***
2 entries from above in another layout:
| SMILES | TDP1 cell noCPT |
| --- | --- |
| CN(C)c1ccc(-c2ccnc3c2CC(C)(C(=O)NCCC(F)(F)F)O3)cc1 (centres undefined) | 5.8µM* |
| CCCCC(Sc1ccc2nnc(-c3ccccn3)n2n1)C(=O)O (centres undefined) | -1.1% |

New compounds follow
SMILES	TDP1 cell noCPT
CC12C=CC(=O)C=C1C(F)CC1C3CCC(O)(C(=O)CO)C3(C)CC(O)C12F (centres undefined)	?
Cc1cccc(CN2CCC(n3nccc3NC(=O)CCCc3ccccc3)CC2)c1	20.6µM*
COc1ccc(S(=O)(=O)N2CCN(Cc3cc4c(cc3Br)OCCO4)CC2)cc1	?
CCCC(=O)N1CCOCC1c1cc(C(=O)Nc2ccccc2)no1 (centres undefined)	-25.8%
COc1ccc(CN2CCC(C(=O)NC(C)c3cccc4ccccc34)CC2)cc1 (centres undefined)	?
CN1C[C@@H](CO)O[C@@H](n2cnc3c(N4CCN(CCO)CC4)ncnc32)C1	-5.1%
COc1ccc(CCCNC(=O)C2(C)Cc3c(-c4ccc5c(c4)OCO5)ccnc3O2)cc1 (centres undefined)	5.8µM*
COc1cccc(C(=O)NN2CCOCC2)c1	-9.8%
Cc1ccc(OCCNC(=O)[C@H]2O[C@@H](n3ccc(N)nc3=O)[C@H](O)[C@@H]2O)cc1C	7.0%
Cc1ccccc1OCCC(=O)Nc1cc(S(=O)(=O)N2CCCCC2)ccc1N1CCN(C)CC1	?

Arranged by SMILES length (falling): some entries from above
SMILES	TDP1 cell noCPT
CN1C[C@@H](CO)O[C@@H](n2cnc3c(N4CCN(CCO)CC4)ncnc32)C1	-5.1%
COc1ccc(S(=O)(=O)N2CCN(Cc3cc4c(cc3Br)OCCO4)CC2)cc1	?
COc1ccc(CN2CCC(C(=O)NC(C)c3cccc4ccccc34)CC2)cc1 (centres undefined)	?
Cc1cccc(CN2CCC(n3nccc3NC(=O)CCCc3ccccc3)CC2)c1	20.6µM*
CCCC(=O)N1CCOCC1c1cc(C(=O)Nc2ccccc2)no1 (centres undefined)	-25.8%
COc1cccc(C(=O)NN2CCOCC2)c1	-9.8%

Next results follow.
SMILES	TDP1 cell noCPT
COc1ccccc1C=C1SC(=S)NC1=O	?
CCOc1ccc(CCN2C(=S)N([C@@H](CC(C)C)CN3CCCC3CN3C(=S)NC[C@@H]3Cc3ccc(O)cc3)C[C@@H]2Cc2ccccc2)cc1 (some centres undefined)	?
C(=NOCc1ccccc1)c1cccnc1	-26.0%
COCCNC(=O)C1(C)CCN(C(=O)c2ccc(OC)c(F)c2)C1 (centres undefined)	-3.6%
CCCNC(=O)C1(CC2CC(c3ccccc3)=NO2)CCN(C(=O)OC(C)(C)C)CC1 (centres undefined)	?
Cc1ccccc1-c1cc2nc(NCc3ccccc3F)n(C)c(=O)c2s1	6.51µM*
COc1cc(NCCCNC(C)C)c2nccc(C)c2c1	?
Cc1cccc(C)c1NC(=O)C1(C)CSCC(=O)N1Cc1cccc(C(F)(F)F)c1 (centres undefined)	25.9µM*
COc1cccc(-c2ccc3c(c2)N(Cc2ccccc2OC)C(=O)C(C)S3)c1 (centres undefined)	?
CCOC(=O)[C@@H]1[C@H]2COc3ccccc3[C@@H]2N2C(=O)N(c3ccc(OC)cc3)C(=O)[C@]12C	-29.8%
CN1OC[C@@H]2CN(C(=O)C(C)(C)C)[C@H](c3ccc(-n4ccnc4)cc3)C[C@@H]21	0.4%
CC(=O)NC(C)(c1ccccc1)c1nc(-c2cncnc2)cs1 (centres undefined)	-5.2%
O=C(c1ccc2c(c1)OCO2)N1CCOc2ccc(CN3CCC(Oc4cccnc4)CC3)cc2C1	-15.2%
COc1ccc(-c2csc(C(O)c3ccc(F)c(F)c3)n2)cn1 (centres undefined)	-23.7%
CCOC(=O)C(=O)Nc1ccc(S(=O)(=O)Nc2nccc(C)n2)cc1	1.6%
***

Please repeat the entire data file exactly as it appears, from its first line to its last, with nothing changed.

2 entries from above in another layout:
| SMILES | TDP1 cell noCPT |
| --- | --- |
| CN(C)c1ccc(-c2ccnc3c2CC(C)(C(=O)NCCC(F)(F)F)O3)cc1 (centres undefined) | 5.8µM* |
| CCCCC(Sc1ccc2nnc(-c3ccccn3)n2n1)C(=O)O (centres undefined) | -1.1% |

New compounds follow
SMILES	TDP1 cell noCPT
CC12C=CC(=O)C=C1C(F)CC1C3CCC(O)(C(=O)CO)C3(C)CC(O)C12F (centres undefined)	?
Cc1cccc(CN2CCC(n3nccc3NC(=O)CCCc3ccccc3)CC2)c1	20.6µM*
COc1ccc(S(=O)(=O)N2CCN(Cc3cc4c(cc3Br)OCCO4)CC2)cc1	?
CCCC(=O)N1CCOCC1c1cc(C(=O)Nc2ccccc2)no1 (centres undefined)	-25.8%
COc1ccc(CN2CCC(C(=O)NC(C)c3cccc4ccccc34)CC2)cc1 (centres undefined)	?
CN1C[C@@H](CO)O[C@@H](n2cnc3c(N4CCN(CCO)CC4)ncnc32)C1	-5.1%
COc1ccc(CCCNC(=O)C2(C)Cc3c(-c4ccc5c(c4)OCO5)ccnc3O2)cc1 (centres undefined)	5.8µM*
COc1cccc(C(=O)NN2CCOCC2)c1	-9.8%
Cc1ccc(OCCNC(=O)[C@H]2O[C@@H](n3ccc(N)nc3=O)[C@H](O)[C@@H]2O)cc1C	7.0%
Cc1ccccc1OCCC(=O)Nc1cc(S(=O)(=O)N2CCCCC2)ccc1N1CCN(C)CC1	?

Arranged by SMILES length (falling): some entries from above
SMILES	TDP1 cell noCPT
CN1C[C@@H](CO)O[C@@H](n2cnc3c(N4CCN(CCO)CC4)ncnc32)C1	-5.1%
COc1ccc(S(=O)(=O)N2CCN(Cc3cc4c(cc3Br)OCCO4)CC2)cc1	?
COc1ccc(CN2CCC(C(=O)NC(C)c3cccc4ccccc34)CC2)cc1 (centres undefined)	?
Cc1cccc(CN2CCC(n3nccc3NC(=O)CCCc3ccccc3)CC2)c1	20.6µM*
CCCC(=O)N1CCOCC1c1cc(C(=O)Nc2ccccc2)no1 (centres undefined)	-25.8%
COc1cccc(C(=O)NN2CCOCC2)c1	-9.8%

Next results follow.
SMILES	TDP1 cell noCPT
COc1ccccc1C=C1SC(=S)NC1=O	?
CCOc1ccc(CCN2C(=S)N([C@@H](CC(C)C)CN3CCCC3CN3C(=S)NC[C@@H]3Cc3ccc(O)cc3)C[C@@H]2Cc2ccccc2)cc1 (some centres undefined)	?
C(=NOCc1ccccc1)c1cccnc1	-26.0%
COCCNC(=O)C1(C)CCN(C(=O)c2ccc(OC)c(F)c2)C1 (centres undefined)	-3.6%
CCCNC(=O)C1(CC2CC(c3ccccc3)=NO2)CCN(C(=O)OC(C)(C)C)CC1 (centres undefined)	?
Cc1ccccc1-c1cc2nc(NCc3ccccc3F)n(C)c(=O)c2s1	6.51µM*
COc1cc(NCCCNC(C)C)c2nccc(C)c2c1	?
Cc1cccc(C)c1NC(=O)C1(C)CSCC(=O)N1Cc1cccc(C(F)(F)F)c1 (centres undefined)	25.9µM*
COc1cccc(-c2ccc3c(c2)N(Cc2ccccc2OC)C(=O)C(C)S3)c1 (centres undefined)	?
CCOC(=O)[C@@H]1[C@H]2COc3ccccc3[C@@H]2N2C(=O)N(c3ccc(OC)cc3)C(=O)[C@]12C	-29.8%
CN1OC[C@@H]2CN(C(=O)C(C)(C)C)[C@H](c3ccc(-n4ccnc4)cc3)C[C@@H]21	0.4%
CC(=O)NC(C)(c1ccccc1)c1nc(-c2cncnc2)cs1 (centres undefined)	-5.2%
O=C(c1ccc2c(c1)OCO2)N1CCOc2ccc(CN3CCC(Oc4cccnc4)CC3)cc2C1	-15.2%
COc1ccc(-c2csc(C(O)c3ccc(F)c(F)c3)n2)cn1 (centres undefined)	-23.7%
CCOC(=O)C(=O)Nc1ccc(S(=O)(=O)Nc2nccc(C)n2)cc1	1.6%